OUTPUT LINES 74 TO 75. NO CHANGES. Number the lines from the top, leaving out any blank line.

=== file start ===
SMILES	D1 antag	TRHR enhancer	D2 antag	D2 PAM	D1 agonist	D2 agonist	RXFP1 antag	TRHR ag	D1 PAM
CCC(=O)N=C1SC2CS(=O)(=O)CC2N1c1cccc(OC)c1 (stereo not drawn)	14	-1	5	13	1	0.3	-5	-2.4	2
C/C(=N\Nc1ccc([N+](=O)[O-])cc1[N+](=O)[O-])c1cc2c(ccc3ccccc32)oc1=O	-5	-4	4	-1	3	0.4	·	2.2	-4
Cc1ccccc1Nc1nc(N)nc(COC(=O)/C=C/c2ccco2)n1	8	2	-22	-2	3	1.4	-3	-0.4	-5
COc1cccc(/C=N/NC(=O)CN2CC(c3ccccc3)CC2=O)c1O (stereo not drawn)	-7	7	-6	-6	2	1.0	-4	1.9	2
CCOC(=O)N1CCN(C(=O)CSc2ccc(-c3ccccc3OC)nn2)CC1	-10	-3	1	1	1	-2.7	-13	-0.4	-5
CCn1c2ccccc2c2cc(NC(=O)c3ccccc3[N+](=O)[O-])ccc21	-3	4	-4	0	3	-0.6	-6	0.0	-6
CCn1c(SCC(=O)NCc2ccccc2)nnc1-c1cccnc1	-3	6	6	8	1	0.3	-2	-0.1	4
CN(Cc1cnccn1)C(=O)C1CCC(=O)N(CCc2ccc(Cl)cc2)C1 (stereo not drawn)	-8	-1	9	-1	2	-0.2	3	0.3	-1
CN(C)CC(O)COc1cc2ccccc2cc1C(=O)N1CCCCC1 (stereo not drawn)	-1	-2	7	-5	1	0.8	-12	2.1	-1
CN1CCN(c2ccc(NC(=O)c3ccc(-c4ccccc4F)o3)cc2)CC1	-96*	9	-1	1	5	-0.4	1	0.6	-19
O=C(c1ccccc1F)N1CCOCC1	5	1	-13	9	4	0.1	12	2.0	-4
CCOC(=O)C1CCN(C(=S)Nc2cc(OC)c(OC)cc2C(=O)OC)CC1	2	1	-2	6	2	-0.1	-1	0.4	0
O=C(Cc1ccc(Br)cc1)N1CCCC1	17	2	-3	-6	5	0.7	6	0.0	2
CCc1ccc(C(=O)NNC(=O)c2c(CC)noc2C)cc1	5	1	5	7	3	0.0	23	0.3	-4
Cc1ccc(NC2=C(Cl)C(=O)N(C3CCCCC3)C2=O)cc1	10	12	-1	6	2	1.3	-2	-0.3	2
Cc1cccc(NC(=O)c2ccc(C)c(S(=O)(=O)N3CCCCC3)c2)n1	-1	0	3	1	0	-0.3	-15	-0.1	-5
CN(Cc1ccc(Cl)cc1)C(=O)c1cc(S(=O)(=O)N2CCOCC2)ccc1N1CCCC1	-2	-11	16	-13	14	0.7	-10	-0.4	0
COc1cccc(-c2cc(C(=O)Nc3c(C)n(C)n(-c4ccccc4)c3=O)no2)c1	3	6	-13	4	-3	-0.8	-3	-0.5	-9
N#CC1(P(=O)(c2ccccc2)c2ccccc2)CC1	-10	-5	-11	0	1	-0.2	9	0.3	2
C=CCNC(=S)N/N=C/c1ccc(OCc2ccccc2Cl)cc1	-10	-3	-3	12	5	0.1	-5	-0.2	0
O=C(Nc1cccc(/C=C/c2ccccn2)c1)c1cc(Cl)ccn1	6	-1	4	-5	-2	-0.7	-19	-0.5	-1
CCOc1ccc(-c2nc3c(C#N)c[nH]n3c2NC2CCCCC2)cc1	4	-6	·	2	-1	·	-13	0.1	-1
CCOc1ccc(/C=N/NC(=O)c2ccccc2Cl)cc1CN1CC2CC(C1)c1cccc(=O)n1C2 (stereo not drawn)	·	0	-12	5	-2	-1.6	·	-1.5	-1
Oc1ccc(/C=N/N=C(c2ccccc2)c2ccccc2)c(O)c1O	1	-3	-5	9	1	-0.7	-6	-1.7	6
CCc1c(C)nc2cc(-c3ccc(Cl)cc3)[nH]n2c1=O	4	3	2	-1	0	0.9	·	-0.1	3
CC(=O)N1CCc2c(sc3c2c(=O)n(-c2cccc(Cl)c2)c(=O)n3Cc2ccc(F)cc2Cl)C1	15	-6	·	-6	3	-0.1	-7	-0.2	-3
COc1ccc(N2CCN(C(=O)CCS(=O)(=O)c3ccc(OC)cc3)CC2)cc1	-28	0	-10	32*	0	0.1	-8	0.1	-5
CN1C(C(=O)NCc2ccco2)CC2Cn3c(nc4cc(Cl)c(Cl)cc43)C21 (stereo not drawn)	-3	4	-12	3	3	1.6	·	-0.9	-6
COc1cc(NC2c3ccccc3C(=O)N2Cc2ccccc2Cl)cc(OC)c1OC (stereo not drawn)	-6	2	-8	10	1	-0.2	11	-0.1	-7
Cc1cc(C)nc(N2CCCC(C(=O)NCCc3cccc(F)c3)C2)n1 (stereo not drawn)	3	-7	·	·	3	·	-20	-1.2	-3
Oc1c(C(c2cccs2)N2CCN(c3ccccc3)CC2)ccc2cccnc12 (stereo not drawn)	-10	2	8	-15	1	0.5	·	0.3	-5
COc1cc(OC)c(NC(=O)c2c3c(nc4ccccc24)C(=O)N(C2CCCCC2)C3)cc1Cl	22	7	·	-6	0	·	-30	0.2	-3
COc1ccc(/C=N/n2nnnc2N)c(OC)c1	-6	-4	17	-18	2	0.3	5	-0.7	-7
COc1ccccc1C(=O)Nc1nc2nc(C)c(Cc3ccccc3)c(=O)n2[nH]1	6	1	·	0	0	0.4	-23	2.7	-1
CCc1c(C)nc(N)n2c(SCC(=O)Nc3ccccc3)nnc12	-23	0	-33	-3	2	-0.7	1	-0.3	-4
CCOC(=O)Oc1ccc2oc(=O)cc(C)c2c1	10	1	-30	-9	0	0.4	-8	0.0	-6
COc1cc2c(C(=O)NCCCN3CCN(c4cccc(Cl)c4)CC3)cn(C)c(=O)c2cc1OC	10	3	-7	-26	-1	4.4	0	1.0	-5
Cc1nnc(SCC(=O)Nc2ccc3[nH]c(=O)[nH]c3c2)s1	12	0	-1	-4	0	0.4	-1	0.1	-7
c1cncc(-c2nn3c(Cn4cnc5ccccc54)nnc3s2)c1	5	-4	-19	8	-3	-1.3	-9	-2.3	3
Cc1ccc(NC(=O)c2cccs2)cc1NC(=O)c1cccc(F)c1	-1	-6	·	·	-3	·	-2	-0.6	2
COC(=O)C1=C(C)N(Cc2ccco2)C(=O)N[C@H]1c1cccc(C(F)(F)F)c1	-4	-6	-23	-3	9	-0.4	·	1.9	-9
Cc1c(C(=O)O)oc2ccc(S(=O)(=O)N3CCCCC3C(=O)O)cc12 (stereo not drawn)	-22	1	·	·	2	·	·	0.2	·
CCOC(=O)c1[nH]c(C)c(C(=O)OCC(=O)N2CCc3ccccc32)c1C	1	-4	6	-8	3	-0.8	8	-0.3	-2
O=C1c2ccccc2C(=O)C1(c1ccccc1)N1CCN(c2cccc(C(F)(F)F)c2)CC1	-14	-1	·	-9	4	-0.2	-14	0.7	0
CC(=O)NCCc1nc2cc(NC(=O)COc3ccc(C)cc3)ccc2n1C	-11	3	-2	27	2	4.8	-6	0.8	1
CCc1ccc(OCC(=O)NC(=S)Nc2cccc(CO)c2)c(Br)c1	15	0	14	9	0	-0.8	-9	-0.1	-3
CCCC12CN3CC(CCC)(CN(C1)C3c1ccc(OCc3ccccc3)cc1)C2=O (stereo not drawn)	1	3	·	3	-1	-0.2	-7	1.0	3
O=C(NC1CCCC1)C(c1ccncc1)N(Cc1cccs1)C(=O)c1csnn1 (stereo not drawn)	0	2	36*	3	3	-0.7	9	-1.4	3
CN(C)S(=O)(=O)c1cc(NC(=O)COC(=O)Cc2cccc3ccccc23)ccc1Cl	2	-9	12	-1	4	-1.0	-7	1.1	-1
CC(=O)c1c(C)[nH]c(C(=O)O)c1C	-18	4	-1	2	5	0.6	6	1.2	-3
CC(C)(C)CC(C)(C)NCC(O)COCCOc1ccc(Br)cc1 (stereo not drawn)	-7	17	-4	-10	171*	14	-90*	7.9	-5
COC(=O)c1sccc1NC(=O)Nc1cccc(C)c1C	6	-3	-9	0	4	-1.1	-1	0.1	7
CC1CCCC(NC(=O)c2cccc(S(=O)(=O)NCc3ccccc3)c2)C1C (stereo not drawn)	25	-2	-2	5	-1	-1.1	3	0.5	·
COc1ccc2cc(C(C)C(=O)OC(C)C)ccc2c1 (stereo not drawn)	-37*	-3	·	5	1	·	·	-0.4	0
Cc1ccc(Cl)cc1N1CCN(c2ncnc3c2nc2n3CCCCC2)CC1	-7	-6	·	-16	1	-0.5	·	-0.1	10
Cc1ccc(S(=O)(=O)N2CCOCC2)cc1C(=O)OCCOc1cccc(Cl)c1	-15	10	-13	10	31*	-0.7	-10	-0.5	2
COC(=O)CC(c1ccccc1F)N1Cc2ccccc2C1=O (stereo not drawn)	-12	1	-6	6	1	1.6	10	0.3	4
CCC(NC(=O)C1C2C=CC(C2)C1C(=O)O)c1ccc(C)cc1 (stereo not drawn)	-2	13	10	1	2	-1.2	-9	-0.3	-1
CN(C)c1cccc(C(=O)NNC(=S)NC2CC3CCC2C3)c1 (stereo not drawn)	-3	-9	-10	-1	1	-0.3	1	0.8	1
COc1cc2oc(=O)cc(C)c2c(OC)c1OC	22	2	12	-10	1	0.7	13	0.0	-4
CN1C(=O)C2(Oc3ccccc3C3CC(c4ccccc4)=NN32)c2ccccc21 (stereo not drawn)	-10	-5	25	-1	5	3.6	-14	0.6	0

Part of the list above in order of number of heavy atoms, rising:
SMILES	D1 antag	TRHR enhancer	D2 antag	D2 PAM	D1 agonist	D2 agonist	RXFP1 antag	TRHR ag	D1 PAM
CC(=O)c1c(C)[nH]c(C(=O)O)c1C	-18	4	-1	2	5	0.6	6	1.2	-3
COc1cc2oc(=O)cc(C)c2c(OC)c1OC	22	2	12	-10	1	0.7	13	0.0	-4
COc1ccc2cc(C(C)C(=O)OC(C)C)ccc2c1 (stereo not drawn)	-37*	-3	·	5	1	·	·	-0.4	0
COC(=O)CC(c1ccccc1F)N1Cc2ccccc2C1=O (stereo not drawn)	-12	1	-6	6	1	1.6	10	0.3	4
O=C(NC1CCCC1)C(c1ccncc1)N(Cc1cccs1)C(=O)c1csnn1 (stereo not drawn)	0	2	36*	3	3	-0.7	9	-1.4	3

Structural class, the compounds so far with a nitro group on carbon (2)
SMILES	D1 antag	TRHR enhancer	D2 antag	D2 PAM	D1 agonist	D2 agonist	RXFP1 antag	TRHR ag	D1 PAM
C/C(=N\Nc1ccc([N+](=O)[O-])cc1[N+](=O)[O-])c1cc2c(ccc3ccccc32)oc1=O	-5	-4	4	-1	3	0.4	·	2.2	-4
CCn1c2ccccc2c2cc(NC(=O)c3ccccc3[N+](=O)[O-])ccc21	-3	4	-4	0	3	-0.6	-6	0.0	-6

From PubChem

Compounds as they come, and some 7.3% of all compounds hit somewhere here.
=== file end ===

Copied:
From PubChem

Compounds as they come, and some 7.3% of all compounds hit somewhere here.